Facebook entering the app race with its own store

When the Facebook App Center launches, developers will be asked to follow guidelines so that their apps can be included upon launch.

(Credit: Facebook)

Facebook has said that it plans to launch an "App Center" in the coming weeks, putting down an important marker in the brewing app wars.

For the over 900 million people that use Facebook globally, "the App Center will become the new, central place to find great apps like Draw Something, Pinterest, Spotify, Battle Pirates, Viddy and Bubble Witch Saga," Facebook's Aron Brady said in a blog post. "Everything has an app detail page, which helps people see what makes an app unique and lets them install it before going to an app."

The announcement was what Facebook spokeswoman Malorie Lucich described as a call to developers to submit images and copy, so that Facebook can consider featuring their apps. She said Facebook's App Center is designed to push the best social apps through a personalised discovery page.

If you're a person who likes word games — something Facebook would know from your Facebook behaviour — the App Center will surface those sorts of apps for you. Then, when you select an app you like, you'll be sent to Apple's App Store or Google's, depending on your device. "We're certainly not looking at it any competitive way" with Google or Apple, said Lucich.

Facebook will let developers offer paid apps (users will pay a flat fee to use an app on Facebook.com). However, one can assume that with over 900 million users on the social network, there will be no shortage of developers attempting to create apps. Facebook's decision on whether to list an app on the site will depend on several benchmarks governing design, user ratings and engagement. According to Brady, developers will be able to monitor how their products fare on the App Center with a new app-ratings metric in Insights to report on how users rate your app over time.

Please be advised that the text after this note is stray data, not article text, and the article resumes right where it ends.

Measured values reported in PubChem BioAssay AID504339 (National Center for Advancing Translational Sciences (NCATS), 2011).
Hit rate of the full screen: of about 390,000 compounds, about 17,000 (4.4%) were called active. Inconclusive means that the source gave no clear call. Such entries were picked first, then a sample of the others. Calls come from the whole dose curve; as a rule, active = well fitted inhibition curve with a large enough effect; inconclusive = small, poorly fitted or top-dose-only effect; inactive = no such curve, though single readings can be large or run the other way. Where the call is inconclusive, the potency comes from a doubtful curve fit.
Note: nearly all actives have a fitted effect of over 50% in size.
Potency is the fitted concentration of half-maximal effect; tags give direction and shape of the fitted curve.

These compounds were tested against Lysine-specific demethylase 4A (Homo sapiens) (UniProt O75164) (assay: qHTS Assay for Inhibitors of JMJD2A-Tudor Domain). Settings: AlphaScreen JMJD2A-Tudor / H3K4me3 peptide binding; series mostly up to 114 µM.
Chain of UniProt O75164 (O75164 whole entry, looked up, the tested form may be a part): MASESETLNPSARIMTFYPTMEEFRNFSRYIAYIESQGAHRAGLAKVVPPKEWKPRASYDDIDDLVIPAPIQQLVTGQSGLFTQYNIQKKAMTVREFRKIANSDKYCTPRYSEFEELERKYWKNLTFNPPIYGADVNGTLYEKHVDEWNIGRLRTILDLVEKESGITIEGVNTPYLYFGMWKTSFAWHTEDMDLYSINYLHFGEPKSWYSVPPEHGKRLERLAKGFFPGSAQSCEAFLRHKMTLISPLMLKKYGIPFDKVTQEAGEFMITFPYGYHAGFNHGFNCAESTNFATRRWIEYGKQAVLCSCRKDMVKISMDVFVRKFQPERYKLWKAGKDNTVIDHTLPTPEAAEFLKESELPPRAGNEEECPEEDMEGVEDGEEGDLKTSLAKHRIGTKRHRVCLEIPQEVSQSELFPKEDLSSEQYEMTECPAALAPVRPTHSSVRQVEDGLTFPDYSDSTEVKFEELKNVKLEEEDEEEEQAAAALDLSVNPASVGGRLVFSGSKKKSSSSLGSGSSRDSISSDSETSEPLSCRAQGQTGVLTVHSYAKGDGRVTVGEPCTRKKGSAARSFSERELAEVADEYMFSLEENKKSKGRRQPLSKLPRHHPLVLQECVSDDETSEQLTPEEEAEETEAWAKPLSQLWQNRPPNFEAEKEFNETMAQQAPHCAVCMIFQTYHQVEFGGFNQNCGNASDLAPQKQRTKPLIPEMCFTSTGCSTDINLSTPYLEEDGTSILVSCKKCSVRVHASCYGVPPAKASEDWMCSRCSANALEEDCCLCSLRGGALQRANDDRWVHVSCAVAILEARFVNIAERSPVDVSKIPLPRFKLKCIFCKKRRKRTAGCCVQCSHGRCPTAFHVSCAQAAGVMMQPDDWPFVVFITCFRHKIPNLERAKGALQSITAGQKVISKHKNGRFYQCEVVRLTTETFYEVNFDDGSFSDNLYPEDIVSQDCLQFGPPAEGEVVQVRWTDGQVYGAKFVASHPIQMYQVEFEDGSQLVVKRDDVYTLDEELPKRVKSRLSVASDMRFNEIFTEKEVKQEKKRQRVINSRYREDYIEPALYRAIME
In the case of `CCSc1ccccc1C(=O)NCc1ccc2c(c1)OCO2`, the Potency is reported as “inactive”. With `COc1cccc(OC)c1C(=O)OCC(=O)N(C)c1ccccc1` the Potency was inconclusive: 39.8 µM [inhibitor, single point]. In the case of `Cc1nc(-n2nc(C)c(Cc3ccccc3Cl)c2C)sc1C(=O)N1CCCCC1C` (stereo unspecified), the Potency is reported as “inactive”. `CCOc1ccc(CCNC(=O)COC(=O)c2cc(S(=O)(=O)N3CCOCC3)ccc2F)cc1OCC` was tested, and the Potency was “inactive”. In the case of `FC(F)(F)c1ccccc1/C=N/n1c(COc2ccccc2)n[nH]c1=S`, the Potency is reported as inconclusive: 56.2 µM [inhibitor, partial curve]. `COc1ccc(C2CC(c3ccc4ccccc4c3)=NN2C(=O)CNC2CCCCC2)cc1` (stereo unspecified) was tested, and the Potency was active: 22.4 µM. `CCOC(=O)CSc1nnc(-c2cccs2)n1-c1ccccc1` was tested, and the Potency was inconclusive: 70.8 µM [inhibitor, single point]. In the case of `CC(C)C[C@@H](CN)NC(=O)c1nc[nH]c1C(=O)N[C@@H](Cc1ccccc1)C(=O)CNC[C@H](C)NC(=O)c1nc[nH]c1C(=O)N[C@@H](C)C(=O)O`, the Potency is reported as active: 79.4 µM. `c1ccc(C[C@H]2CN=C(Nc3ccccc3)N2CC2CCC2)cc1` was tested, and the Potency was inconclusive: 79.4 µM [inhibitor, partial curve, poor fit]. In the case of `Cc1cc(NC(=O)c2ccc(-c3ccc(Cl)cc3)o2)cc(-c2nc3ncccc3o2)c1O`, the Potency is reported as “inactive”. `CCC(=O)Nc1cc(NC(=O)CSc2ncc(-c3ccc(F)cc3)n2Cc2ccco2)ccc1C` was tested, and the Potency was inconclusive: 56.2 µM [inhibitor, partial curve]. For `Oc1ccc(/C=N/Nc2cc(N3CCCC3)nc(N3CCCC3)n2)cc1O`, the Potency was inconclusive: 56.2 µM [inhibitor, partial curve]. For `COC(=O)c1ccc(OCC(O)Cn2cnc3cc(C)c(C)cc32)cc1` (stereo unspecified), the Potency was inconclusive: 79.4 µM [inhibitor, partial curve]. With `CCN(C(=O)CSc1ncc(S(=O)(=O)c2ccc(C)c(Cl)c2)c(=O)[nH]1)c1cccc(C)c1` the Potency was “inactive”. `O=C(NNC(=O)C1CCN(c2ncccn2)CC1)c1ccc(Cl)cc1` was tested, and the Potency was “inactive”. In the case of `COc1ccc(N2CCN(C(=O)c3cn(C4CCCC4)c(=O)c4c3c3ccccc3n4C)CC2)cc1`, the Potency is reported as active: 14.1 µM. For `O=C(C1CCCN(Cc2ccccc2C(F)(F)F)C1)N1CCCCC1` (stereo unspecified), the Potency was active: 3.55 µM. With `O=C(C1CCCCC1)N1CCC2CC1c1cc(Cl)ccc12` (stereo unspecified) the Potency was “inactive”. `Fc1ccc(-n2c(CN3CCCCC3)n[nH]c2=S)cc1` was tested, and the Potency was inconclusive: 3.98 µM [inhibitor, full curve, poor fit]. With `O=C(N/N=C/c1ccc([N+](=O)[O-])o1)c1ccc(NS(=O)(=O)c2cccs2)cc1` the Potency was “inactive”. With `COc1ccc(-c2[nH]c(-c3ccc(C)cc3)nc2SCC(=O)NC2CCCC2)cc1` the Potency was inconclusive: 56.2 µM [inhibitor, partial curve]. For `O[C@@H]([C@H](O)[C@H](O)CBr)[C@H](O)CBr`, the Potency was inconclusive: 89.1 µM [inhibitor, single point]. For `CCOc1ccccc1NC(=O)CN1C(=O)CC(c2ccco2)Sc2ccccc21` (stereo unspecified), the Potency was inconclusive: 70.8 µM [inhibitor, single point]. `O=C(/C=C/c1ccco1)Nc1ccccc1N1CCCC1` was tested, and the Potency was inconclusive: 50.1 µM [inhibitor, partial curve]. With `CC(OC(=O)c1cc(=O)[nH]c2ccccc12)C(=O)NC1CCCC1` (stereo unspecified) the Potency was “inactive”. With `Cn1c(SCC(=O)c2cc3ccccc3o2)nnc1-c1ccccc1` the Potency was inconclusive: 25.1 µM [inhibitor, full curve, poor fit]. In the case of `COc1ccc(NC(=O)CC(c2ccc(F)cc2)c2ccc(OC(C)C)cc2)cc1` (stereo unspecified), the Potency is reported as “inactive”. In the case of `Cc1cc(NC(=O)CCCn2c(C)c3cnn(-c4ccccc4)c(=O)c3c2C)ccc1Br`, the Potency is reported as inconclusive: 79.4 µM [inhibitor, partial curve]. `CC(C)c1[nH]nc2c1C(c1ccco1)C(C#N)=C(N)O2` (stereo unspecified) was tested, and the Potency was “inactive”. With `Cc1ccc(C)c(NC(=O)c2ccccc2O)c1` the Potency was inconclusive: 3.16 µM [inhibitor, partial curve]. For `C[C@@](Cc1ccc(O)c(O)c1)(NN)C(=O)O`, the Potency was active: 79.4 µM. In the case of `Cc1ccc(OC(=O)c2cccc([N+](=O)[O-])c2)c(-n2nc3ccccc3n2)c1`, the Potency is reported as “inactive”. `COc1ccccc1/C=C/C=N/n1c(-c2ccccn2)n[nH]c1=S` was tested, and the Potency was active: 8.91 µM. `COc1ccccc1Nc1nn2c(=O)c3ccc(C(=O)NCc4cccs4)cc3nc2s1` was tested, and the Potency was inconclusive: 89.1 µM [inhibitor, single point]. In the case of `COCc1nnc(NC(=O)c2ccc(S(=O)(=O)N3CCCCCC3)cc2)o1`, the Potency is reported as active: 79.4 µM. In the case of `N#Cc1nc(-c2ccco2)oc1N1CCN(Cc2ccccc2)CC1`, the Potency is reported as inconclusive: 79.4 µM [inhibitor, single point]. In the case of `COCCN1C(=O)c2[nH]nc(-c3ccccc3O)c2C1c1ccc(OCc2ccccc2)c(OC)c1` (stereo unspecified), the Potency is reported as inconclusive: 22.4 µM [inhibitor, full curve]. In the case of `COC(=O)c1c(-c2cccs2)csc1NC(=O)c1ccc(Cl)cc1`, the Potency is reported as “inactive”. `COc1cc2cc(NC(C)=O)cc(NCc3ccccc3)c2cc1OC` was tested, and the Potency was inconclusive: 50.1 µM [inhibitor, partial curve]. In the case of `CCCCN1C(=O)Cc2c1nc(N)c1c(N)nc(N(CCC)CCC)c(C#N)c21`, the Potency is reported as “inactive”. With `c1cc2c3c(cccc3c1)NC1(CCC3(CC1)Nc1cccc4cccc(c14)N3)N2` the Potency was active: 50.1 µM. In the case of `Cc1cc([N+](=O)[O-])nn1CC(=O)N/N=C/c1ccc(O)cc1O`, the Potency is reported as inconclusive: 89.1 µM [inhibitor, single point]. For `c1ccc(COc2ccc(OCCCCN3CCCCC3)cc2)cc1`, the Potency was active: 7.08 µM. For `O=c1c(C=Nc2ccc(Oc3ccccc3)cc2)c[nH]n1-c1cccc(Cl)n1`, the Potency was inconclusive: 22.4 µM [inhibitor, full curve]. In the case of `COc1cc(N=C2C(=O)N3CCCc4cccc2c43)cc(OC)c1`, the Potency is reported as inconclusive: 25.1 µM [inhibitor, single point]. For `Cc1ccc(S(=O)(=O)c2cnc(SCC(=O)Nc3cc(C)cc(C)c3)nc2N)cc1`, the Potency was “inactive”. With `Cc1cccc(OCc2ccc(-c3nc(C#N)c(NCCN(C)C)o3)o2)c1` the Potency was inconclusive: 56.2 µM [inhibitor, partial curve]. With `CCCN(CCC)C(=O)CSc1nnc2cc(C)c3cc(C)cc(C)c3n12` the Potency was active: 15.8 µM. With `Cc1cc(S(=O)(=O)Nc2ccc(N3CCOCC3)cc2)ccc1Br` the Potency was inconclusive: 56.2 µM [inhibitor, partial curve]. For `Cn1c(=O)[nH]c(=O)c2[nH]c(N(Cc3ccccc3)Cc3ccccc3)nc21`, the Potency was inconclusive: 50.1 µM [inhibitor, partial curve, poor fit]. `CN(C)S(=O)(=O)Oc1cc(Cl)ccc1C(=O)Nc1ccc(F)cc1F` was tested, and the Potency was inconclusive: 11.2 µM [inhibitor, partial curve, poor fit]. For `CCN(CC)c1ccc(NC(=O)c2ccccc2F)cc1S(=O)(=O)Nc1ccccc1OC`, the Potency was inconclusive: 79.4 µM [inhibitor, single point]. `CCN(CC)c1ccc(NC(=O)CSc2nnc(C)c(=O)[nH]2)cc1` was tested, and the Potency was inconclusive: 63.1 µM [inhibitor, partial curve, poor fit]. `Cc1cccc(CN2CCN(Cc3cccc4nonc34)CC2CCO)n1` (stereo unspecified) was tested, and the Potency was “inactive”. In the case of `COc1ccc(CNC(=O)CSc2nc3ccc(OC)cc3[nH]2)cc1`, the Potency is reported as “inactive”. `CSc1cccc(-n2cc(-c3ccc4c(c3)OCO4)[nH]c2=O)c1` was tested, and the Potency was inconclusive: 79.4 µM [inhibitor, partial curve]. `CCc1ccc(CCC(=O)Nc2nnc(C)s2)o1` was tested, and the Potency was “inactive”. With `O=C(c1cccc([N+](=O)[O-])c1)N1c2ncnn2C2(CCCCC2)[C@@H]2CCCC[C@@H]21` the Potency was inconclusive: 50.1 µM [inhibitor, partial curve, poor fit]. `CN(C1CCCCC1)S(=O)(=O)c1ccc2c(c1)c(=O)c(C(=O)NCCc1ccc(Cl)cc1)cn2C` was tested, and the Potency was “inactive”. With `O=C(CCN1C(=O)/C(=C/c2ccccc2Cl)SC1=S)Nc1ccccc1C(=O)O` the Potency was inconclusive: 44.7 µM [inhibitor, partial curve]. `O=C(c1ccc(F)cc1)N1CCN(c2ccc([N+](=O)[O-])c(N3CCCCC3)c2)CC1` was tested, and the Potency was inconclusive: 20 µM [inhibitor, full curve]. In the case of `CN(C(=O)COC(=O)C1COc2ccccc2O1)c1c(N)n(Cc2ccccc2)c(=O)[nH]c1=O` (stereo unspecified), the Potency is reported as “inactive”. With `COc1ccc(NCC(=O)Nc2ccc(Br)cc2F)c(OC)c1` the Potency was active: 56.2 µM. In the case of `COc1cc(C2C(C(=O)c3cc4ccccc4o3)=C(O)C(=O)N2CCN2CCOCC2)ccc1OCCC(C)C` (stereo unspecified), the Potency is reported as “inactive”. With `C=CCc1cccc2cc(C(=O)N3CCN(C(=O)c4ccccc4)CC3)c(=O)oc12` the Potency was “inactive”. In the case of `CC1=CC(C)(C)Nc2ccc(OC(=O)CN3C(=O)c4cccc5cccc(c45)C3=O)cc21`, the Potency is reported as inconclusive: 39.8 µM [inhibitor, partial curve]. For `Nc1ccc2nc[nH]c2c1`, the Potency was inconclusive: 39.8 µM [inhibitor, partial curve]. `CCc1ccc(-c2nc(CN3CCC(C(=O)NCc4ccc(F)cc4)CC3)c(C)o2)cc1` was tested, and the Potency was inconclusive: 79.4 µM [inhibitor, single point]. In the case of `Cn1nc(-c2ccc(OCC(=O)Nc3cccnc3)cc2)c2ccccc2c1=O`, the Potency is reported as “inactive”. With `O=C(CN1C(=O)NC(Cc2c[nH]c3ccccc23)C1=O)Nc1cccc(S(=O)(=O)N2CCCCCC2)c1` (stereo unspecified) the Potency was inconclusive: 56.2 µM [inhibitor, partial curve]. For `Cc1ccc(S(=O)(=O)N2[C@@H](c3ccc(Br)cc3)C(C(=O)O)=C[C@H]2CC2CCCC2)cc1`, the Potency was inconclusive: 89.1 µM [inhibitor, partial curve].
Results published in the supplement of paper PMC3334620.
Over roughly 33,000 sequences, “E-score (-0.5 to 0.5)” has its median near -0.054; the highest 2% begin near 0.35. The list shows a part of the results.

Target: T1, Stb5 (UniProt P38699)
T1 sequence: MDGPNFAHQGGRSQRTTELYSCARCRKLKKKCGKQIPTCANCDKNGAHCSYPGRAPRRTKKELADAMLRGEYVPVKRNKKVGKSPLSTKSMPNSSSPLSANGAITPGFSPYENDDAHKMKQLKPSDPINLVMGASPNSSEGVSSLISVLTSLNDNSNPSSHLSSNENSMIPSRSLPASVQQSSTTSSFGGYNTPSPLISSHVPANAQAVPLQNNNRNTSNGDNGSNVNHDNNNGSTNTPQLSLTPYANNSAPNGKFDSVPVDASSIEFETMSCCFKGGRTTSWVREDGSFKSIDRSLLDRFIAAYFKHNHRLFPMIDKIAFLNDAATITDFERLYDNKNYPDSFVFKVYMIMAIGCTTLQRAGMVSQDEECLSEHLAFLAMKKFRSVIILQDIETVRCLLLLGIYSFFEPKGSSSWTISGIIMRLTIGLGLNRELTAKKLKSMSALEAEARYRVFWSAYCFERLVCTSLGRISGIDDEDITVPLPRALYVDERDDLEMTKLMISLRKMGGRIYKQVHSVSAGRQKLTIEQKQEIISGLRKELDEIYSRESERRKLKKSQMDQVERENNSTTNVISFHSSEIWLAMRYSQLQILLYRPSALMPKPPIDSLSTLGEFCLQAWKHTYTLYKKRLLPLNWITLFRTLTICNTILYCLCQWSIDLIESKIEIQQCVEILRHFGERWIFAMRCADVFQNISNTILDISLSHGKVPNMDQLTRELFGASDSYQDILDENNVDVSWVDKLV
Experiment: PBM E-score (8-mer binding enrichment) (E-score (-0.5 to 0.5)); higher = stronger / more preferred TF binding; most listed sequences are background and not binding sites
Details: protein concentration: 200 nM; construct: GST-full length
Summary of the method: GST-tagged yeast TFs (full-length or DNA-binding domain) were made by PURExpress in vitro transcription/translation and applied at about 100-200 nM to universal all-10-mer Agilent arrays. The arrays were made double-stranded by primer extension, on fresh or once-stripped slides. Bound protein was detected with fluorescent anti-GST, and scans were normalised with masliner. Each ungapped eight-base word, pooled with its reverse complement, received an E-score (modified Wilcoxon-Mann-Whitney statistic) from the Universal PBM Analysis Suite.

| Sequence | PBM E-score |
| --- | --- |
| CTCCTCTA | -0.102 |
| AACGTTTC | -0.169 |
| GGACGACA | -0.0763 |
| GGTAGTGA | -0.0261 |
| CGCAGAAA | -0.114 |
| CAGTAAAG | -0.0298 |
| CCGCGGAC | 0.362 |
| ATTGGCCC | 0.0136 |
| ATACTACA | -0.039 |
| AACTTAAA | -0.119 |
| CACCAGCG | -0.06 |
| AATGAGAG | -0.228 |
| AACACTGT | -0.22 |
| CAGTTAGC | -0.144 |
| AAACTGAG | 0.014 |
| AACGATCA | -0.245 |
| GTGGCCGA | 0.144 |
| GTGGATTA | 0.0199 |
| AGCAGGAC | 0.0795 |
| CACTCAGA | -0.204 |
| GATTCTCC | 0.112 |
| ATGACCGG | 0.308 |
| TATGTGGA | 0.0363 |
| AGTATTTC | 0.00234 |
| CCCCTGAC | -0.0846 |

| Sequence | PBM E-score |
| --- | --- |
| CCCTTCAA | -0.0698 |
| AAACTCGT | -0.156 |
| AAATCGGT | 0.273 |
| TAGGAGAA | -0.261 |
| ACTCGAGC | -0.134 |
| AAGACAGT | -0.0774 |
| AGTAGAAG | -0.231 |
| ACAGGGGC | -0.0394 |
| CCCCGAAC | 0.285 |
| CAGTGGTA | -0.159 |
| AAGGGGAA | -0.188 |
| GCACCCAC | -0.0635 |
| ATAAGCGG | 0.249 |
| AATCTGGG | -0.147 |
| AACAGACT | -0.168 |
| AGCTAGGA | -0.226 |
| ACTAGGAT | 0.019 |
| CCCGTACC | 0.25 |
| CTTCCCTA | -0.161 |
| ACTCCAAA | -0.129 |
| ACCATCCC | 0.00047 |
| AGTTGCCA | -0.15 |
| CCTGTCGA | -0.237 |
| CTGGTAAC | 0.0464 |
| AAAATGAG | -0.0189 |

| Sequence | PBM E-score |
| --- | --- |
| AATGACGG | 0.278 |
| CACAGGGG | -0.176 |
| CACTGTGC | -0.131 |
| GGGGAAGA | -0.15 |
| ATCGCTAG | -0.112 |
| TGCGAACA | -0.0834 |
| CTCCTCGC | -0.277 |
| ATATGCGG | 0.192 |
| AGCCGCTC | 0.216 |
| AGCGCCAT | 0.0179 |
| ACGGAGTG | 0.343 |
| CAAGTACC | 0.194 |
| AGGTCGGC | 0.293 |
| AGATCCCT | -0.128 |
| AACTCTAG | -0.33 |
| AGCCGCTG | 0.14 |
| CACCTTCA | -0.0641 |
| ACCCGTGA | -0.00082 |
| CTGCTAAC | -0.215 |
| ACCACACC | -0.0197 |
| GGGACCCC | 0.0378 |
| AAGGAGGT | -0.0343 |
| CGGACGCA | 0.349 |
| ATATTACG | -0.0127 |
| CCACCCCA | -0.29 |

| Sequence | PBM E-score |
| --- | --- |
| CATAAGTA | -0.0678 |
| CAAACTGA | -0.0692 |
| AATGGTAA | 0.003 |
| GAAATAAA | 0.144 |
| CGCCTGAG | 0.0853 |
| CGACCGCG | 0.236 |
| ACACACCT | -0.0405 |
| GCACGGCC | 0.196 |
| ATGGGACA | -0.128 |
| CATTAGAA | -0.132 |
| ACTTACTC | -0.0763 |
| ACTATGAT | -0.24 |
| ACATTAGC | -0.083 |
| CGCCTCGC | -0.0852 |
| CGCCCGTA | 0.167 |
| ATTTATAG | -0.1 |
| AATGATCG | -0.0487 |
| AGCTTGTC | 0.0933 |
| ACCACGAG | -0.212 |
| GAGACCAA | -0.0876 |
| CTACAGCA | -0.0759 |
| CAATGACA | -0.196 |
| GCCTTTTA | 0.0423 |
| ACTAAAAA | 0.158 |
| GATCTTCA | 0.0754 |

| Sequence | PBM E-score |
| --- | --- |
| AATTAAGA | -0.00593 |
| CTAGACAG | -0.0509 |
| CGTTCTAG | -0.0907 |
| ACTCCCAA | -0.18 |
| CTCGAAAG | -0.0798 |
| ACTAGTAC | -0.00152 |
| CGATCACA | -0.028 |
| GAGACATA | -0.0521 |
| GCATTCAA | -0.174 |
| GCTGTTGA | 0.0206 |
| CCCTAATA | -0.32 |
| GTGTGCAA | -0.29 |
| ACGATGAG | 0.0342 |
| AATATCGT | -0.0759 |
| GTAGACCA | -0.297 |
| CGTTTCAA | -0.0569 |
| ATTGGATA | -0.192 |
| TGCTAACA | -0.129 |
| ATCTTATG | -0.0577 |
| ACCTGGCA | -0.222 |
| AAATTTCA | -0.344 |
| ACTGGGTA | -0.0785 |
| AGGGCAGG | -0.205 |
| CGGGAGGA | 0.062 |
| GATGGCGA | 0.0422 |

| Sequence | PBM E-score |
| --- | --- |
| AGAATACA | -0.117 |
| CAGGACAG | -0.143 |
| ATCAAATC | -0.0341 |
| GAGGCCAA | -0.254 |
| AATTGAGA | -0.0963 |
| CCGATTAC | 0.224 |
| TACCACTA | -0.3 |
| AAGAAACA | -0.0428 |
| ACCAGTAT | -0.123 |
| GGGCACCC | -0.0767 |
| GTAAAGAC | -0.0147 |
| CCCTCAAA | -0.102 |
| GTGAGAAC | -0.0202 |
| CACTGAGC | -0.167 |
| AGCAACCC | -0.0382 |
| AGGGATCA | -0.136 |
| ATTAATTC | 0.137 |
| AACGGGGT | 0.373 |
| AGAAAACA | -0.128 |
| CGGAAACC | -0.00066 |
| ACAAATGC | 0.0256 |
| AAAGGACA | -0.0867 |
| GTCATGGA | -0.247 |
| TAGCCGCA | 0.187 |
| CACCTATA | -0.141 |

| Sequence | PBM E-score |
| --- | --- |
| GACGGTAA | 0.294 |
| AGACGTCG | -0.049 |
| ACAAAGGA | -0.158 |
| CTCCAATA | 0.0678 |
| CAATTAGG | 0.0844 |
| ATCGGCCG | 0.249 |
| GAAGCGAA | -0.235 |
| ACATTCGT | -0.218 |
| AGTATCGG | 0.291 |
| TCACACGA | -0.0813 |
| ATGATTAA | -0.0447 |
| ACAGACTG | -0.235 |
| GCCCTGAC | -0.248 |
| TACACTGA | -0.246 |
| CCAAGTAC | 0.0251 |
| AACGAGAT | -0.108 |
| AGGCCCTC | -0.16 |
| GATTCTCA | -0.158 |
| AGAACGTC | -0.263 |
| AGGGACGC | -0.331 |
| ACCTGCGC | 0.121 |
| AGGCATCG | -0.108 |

More than 200 apps are now integrated with Facebook, and each has more than 1 million active users.

Facebook has created an App Center guidelines page which spells out submission and eligibility criteria. The following apps will be considered:

  • An app on Facebook.com in a canvas page

  • A mobile app built for the web, Android or iOS that uses a Facebook log-in

  • A website that uses a Facebook log-in and has an immediately logged-in, personalised experience

  • An App for Pages built to manage or enhance other companies' Facebook pages.

After creating an application, developers will need to follow these guidelines when creating their app detail pages:

  • Display name — use the exact name of your app, with no extra words or characters

  • Short and detailed descriptions — describe how your app works and what makes it unique. Be accurate, so people aren't surprised when they start using it. Use standard spelling, grammar and capitalisation. Don't include URLs, excessive punctuation, price information, keyword lists or non-standard symbols

  • Category and subcategory — select a category that most people would expect. See the category descriptions for more information

  • Icons — upload attractive, relevant, original icons. Icons should be simple and free of visual clutter (example: buttons or additional info). Different-sized icons should be similar, with no distortion and pixellation

  • Cover image — choose an image that conveys what your app is all about. Use simple imagery that people will easily recognise, with limited text, shadows and distracting patterns. Don't use arrows or other references to the buttons below your cover image to encourage people to install your app

  • Small and large banners — drive people to your app detail page with visually compelling images that clearly show the name of your app. Don't include buttons, URLs, excess text, promotions, or price information

  • Screenshots — show off unique and engaging parts of your app, and demonstrate how the app is social. Don't use images that are unrelated, misleading or dramatically different from what most users experience

  • Images (general) — don't put calls to action (example: "Click here" or "Play now") or arrows to Facebook UI elements in your images.

You can read more about the announcement here.


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